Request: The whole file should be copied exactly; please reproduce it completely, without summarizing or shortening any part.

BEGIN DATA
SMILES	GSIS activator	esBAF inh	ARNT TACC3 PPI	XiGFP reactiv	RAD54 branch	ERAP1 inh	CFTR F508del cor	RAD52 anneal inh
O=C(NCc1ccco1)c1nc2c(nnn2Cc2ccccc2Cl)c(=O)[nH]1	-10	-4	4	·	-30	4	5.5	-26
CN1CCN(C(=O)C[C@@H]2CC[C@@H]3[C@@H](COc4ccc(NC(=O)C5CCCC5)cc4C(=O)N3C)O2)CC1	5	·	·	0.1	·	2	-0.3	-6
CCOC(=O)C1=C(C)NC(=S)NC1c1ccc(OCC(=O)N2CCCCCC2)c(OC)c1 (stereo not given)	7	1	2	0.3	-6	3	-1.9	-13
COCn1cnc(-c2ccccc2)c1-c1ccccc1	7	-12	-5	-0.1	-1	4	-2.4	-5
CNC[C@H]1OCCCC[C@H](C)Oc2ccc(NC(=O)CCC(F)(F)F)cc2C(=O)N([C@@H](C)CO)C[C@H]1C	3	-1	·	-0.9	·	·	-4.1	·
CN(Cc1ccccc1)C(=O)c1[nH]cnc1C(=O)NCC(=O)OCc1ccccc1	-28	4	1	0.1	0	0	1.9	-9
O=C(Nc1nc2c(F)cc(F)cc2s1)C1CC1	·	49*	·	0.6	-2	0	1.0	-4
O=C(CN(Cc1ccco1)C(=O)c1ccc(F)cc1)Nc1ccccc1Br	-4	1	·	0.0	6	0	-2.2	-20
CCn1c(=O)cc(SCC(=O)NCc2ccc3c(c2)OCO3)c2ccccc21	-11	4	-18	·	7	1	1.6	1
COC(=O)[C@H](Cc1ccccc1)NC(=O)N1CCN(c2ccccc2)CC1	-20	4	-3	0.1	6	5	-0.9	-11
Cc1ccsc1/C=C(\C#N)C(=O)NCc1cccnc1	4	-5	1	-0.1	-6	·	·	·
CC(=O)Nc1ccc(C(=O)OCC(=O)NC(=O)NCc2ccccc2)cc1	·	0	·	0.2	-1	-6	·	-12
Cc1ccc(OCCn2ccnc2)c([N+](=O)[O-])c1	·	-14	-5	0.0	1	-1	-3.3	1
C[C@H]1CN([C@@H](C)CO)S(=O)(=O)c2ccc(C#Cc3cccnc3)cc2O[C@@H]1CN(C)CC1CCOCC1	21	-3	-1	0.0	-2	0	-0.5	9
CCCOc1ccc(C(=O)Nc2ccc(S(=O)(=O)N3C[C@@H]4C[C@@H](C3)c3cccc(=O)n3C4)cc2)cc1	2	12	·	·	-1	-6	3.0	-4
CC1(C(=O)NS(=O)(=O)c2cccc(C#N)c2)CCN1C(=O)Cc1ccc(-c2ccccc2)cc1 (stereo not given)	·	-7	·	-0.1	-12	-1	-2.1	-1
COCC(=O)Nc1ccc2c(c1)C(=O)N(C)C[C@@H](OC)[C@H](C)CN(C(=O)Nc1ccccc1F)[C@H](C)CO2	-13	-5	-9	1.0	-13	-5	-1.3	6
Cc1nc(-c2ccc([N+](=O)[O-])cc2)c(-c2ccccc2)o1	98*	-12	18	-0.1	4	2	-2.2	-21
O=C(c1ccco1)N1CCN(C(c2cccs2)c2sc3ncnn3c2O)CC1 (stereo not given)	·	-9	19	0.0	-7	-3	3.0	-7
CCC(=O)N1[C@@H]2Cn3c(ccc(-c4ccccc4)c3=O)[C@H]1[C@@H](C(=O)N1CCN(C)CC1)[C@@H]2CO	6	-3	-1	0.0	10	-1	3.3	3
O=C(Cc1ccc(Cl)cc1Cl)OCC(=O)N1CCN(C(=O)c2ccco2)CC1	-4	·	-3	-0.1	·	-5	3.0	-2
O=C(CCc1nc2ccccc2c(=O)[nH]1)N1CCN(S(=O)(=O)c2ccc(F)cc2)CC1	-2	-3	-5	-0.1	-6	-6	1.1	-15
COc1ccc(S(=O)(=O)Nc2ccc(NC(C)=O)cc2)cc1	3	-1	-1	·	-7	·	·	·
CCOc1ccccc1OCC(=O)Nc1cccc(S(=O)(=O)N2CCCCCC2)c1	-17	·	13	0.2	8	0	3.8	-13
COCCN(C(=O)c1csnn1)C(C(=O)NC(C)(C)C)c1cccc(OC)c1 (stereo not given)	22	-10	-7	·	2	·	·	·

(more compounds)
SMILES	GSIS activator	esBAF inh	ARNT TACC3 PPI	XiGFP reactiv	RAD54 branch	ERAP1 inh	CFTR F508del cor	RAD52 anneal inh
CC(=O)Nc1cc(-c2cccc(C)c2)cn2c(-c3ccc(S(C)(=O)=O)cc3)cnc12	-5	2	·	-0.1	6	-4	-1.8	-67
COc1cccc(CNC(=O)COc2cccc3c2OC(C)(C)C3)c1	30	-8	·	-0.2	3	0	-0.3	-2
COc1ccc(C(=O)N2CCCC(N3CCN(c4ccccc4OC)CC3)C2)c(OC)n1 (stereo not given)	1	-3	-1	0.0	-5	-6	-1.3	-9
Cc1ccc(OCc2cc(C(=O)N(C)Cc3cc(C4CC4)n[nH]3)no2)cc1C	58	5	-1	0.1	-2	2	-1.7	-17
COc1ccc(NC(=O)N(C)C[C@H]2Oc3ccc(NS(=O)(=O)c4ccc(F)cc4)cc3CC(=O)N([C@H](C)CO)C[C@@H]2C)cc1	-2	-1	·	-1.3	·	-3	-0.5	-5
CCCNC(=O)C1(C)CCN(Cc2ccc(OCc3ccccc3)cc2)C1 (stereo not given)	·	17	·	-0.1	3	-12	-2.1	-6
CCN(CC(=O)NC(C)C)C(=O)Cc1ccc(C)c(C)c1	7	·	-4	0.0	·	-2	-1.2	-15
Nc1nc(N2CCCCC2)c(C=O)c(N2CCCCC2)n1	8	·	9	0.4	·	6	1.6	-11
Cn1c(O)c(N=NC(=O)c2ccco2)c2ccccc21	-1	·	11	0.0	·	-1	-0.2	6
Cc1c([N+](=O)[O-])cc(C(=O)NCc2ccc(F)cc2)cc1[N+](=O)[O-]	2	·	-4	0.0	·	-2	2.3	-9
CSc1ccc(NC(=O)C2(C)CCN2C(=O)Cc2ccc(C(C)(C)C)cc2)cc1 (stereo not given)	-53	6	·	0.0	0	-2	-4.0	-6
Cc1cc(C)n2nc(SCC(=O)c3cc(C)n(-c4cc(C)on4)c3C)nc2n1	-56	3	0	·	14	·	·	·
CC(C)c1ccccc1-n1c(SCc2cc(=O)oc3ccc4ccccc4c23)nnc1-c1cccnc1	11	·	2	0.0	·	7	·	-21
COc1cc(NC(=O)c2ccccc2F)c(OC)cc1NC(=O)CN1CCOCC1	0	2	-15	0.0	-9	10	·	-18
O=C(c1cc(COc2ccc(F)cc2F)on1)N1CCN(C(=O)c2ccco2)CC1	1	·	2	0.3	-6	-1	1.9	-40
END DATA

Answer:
SMILES	GSIS activator	esBAF inh	ARNT TACC3 PPI	XiGFP reactiv	RAD54 branch	ERAP1 inh	CFTR F508del cor	RAD52 anneal inh
O=C(NCc1ccco1)c1nc2c(nnn2Cc2ccccc2Cl)c(=O)[nH]1	-10	-4	4	·	-30	4	5.5	-26
CN1CCN(C(=O)C[C@@H]2CC[C@@H]3[C@@H](COc4ccc(NC(=O)C5CCCC5)cc4C(=O)N3C)O2)CC1	5	·	·	0.1	·	2	-0.3	-6
CCOC(=O)C1=C(C)NC(=S)NC1c1ccc(OCC(=O)N2CCCCCC2)c(OC)c1 (stereo not given)	7	1	2	0.3	-6	3	-1.9	-13
COCn1cnc(-c2ccccc2)c1-c1ccccc1	7	-12	-5	-0.1	-1	4	-2.4	-5
CNC[C@H]1OCCCC[C@H](C)Oc2ccc(NC(=O)CCC(F)(F)F)cc2C(=O)N([C@@H](C)CO)C[C@H]1C	3	-1	·	-0.9	·	·	-4.1	·
CN(Cc1ccccc1)C(=O)c1[nH]cnc1C(=O)NCC(=O)OCc1ccccc1	-28	4	1	0.1	0	0	1.9	-9
O=C(Nc1nc2c(F)cc(F)cc2s1)C1CC1	·	49*	·	0.6	-2	0	1.0	-4
O=C(CN(Cc1ccco1)C(=O)c1ccc(F)cc1)Nc1ccccc1Br	-4	1	·	0.0	6	0	-2.2	-20
CCn1c(=O)cc(SCC(=O)NCc2ccc3c(c2)OCO3)c2ccccc21	-11	4	-18	·	7	1	1.6	1
COC(=O)[C@H](Cc1ccccc1)NC(=O)N1CCN(c2ccccc2)CC1	-20	4	-3	0.1	6	5	-0.9	-11
Cc1ccsc1/C=C(\C#N)C(=O)NCc1cccnc1	4	-5	1	-0.1	-6	·	·	·
CC(=O)Nc1ccc(C(=O)OCC(=O)NC(=O)NCc2ccccc2)cc1	·	0	·	0.2	-1	-6	·	-12
Cc1ccc(OCCn2ccnc2)c([N+](=O)[O-])c1	·	-14	-5	0.0	1	-1	-3.3	1
C[C@H]1CN([C@@H](C)CO)S(=O)(=O)c2ccc(C#Cc3cccnc3)cc2O[C@@H]1CN(C)CC1CCOCC1	21	-3	-1	0.0	-2	0	-0.5	9
CCCOc1ccc(C(=O)Nc2ccc(S(=O)(=O)N3C[C@@H]4C[C@@H](C3)c3cccc(=O)n3C4)cc2)cc1	2	12	·	·	-1	-6	3.0	-4
CC1(C(=O)NS(=O)(=O)c2cccc(C#N)c2)CCN1C(=O)Cc1ccc(-c2ccccc2)cc1 (stereo not given)	·	-7	·	-0.1	-12	-1	-2.1	-1
COCC(=O)Nc1ccc2c(c1)C(=O)N(C)C[C@@H](OC)[C@H](C)CN(C(=O)Nc1ccccc1F)[C@H](C)CO2	-13	-5	-9	1.0	-13	-5	-1.3	6
Cc1nc(-c2ccc([N+](=O)[O-])cc2)c(-c2ccccc2)o1	98*	-12	18	-0.1	4	2	-2.2	-21
O=C(c1ccco1)N1CCN(C(c2cccs2)c2sc3ncnn3c2O)CC1 (stereo not given)	·	-9	19	0.0	-7	-3	3.0	-7
CCC(=O)N1[C@@H]2Cn3c(ccc(-c4ccccc4)c3=O)[C@H]1[C@@H](C(=O)N1CCN(C)CC1)[C@@H]2CO	6	-3	-1	0.0	10	-1	3.3	3
O=C(Cc1ccc(Cl)cc1Cl)OCC(=O)N1CCN(C(=O)c2ccco2)CC1	-4	·	-3	-0.1	·	-5	3.0	-2
O=C(CCc1nc2ccccc2c(=O)[nH]1)N1CCN(S(=O)(=O)c2ccc(F)cc2)CC1	-2	-3	-5	-0.1	-6	-6	1.1	-15
COc1ccc(S(=O)(=O)Nc2ccc(NC(C)=O)cc2)cc1	3	-1	-1	·	-7	·	·	·
CCOc1ccccc1OCC(=O)Nc1cccc(S(=O)(=O)N2CCCCCC2)c1	-17	·	13	0.2	8	0	3.8	-13
COCCN(C(=O)c1csnn1)C(C(=O)NC(C)(C)C)c1cccc(OC)c1 (stereo not given)	22	-10	-7	·	2	·	·	·

(more compounds)
SMILES	GSIS activator	esBAF inh	ARNT TACC3 PPI	XiGFP reactiv	RAD54 branch	ERAP1 inh	CFTR F508del cor	RAD52 anneal inh
CC(=O)Nc1cc(-c2cccc(C)c2)cn2c(-c3ccc(S(C)(=O)=O)cc3)cnc12	-5	2	·	-0.1	6	-4	-1.8	-67
COc1cccc(CNC(=O)COc2cccc3c2OC(C)(C)C3)c1	30	-8	·	-0.2	3	0	-0.3	-2
COc1ccc(C(=O)N2CCCC(N3CCN(c4ccccc4OC)CC3)C2)c(OC)n1 (stereo not given)	1	-3	-1	0.0	-5	-6	-1.3	-9
Cc1ccc(OCc2cc(C(=O)N(C)Cc3cc(C4CC4)n[nH]3)no2)cc1C	58	5	-1	0.1	-2	2	-1.7	-17
COc1ccc(NC(=O)N(C)C[C@H]2Oc3ccc(NS(=O)(=O)c4ccc(F)cc4)cc3CC(=O)N([C@H](C)CO)C[C@@H]2C)cc1	-2	-1	·	-1.3	·	-3	-0.5	-5
CCCNC(=O)C1(C)CCN(Cc2ccc(OCc3ccccc3)cc2)C1 (stereo not given)	·	17	·	-0.1	3	-12	-2.1	-6
CCN(CC(=O)NC(C)C)C(=O)Cc1ccc(C)c(C)c1	7	·	-4	0.0	·	-2	-1.2	-15
Nc1nc(N2CCCCC2)c(C=O)c(N2CCCCC2)n1	8	·	9	0.4	·	6	1.6	-11
Cn1c(O)c(N=NC(=O)c2ccco2)c2ccccc21	-1	·	11	0.0	·	-1	-0.2	6
Cc1c([N+](=O)[O-])cc(C(=O)NCc2ccc(F)cc2)cc1[N+](=O)[O-]	2	·	-4	0.0	·	-2	2.3	-9
CSc1ccc(NC(=O)C2(C)CCN2C(=O)Cc2ccc(C(C)(C)C)cc2)cc1 (stereo not given)	-53	6	·	0.0	0	-2	-4.0	-6
Cc1cc(C)n2nc(SCC(=O)c3cc(C)n(-c4cc(C)on4)c3C)nc2n1	-56	3	0	·	14	·	·	·
CC(C)c1ccccc1-n1c(SCc2cc(=O)oc3ccc4ccccc4c23)nnc1-c1cccnc1	11	·	2	0.0	·	7	·	-21
COc1cc(NC(=O)c2ccccc2F)c(OC)cc1NC(=O)CN1CCOCC1	0	2	-15	0.0	-9	10	·	-18
O=C(c1cc(COc2ccc(F)cc2F)on1)N1CCN(C(=O)c2ccco2)CC1	1	·	2	0.3	-6	-1	1.9	-40